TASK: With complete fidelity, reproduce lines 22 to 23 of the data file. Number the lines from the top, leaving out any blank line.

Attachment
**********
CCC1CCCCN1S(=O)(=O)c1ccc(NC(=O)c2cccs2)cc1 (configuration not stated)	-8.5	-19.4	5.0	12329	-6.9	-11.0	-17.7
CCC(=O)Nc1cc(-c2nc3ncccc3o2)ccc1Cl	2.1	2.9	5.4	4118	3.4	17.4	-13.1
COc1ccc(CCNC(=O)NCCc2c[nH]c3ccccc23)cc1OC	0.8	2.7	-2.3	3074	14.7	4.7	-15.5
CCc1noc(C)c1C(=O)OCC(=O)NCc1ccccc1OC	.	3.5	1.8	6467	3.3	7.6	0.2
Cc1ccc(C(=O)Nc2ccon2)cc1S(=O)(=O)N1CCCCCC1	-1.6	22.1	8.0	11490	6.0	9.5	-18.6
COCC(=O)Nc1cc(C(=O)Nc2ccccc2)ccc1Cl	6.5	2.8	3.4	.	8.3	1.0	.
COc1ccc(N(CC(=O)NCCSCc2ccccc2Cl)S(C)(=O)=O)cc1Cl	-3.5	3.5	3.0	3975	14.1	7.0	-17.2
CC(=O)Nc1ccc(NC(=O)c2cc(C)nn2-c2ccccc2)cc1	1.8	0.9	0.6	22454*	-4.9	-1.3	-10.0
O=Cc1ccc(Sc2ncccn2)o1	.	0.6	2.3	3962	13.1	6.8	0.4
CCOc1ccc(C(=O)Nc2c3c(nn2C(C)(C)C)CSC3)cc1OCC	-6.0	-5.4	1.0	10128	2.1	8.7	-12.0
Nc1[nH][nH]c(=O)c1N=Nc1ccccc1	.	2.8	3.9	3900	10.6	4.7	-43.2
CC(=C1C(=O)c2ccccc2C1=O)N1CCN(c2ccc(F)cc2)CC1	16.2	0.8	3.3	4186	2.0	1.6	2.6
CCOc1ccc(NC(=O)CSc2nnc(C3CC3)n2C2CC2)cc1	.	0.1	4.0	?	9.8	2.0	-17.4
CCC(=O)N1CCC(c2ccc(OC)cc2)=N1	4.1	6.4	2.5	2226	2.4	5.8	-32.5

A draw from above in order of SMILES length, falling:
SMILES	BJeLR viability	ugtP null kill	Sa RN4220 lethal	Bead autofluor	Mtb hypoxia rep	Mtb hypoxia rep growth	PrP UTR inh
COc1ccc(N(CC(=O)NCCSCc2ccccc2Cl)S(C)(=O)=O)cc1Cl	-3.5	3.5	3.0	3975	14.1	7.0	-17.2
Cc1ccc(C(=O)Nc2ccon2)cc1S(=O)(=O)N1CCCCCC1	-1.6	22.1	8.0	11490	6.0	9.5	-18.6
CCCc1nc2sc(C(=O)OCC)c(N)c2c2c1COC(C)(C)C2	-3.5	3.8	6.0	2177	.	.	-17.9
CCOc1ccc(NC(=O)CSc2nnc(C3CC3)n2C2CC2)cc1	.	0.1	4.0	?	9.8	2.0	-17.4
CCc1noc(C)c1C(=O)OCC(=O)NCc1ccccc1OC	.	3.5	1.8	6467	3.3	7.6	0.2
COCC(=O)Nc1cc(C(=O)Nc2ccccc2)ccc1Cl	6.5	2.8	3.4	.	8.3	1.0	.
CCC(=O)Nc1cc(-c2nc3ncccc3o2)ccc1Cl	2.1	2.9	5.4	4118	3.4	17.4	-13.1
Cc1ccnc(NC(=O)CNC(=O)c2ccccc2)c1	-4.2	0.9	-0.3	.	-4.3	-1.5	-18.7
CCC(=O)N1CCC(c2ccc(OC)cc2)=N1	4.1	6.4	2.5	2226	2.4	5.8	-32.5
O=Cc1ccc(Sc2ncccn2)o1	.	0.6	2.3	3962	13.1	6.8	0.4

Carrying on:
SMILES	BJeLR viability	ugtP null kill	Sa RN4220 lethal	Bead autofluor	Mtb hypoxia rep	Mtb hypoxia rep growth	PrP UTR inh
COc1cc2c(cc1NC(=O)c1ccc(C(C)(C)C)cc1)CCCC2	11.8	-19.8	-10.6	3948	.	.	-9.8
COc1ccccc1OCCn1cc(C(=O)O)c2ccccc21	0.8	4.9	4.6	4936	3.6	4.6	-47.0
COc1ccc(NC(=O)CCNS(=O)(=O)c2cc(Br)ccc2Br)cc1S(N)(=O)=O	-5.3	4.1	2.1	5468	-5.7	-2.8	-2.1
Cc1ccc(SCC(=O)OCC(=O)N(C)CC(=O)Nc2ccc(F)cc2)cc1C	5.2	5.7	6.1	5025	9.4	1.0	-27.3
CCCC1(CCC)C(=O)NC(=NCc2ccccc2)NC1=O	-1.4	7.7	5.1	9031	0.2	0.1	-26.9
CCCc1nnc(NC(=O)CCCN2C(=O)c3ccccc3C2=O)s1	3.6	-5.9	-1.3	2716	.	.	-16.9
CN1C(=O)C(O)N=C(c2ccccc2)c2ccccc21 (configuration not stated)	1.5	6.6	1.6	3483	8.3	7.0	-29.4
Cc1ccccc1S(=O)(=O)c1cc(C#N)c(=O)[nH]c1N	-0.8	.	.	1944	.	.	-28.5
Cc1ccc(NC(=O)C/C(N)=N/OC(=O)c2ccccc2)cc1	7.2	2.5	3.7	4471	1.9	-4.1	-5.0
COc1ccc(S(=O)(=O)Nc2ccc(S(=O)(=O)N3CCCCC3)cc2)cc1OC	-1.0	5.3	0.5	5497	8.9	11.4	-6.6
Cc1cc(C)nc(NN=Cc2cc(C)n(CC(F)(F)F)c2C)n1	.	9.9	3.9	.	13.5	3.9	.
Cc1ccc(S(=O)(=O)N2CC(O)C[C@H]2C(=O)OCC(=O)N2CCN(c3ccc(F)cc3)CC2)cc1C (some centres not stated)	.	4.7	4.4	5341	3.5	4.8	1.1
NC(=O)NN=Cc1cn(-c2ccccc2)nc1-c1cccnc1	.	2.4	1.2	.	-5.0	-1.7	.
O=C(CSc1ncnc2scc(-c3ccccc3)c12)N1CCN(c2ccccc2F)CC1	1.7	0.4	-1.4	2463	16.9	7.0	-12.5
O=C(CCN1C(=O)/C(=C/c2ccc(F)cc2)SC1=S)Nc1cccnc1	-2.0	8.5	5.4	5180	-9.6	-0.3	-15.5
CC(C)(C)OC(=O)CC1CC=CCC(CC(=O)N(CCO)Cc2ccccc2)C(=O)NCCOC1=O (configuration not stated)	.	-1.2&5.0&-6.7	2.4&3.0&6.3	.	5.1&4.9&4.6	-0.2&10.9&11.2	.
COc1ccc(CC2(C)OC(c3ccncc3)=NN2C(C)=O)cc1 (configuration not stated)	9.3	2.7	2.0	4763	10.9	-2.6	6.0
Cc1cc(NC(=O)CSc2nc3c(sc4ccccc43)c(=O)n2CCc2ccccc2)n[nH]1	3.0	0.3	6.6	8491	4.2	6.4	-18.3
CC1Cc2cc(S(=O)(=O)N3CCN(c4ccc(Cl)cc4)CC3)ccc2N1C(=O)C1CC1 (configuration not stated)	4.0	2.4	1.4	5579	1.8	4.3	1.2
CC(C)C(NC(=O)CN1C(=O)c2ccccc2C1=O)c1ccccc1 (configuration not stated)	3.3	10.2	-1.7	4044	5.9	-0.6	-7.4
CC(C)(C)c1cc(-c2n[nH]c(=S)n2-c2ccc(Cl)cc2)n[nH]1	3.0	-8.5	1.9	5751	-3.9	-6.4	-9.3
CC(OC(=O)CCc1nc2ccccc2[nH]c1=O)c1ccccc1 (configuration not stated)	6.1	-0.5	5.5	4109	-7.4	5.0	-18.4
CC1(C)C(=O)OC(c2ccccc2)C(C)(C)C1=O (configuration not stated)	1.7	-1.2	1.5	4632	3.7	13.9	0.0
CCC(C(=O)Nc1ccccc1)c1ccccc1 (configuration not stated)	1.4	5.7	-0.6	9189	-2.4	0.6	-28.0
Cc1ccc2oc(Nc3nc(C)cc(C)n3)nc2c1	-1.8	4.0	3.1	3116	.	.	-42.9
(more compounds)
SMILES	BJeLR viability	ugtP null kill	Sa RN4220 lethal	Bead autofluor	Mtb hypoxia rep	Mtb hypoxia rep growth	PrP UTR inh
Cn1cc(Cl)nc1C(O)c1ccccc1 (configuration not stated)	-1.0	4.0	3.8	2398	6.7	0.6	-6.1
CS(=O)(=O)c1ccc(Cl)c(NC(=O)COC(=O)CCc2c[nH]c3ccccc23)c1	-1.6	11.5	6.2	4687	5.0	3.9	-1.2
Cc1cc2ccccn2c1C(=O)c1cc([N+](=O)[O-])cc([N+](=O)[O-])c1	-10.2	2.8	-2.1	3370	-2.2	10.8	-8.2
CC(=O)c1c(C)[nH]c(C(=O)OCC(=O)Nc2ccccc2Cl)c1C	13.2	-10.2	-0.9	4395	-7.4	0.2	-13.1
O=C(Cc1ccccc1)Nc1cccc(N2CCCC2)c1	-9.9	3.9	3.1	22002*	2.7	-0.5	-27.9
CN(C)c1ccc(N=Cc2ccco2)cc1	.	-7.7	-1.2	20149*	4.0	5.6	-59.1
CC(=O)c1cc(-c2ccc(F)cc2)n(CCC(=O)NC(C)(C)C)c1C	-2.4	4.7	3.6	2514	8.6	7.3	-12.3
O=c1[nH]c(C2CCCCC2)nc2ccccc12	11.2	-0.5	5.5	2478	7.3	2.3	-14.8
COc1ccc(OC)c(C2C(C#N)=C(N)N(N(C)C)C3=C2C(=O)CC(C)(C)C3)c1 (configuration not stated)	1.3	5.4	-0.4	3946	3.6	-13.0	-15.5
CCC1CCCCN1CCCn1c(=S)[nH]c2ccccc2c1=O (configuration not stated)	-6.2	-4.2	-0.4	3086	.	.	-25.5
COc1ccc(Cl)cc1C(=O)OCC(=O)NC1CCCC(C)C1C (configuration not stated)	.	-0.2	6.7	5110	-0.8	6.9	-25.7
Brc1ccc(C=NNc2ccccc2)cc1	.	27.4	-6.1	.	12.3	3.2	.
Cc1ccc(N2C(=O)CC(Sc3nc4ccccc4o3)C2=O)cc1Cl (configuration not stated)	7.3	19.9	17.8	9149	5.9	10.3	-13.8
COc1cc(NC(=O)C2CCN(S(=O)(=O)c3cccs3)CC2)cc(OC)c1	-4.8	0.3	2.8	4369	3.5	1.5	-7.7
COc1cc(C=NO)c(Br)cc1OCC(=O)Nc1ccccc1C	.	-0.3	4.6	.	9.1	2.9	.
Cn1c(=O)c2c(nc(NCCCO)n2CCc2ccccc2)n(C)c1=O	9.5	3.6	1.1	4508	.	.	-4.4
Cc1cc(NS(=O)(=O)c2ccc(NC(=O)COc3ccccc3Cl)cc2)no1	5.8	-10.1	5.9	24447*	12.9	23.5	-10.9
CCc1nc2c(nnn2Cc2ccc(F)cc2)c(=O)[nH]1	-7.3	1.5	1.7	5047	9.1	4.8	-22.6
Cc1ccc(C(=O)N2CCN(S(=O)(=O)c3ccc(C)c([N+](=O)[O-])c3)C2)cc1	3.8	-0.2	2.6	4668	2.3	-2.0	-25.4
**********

COCC(=O)Nc1cc(C(=O)Nc2ccccc2)ccc1Cl	6.5	2.8	3.4	.	8.3	1.0	.
CCC(=O)Nc1cc(-c2nc3ncccc3o2)ccc1Cl	2.1	2.9	5.4	4118	3.4	17.4	-13.1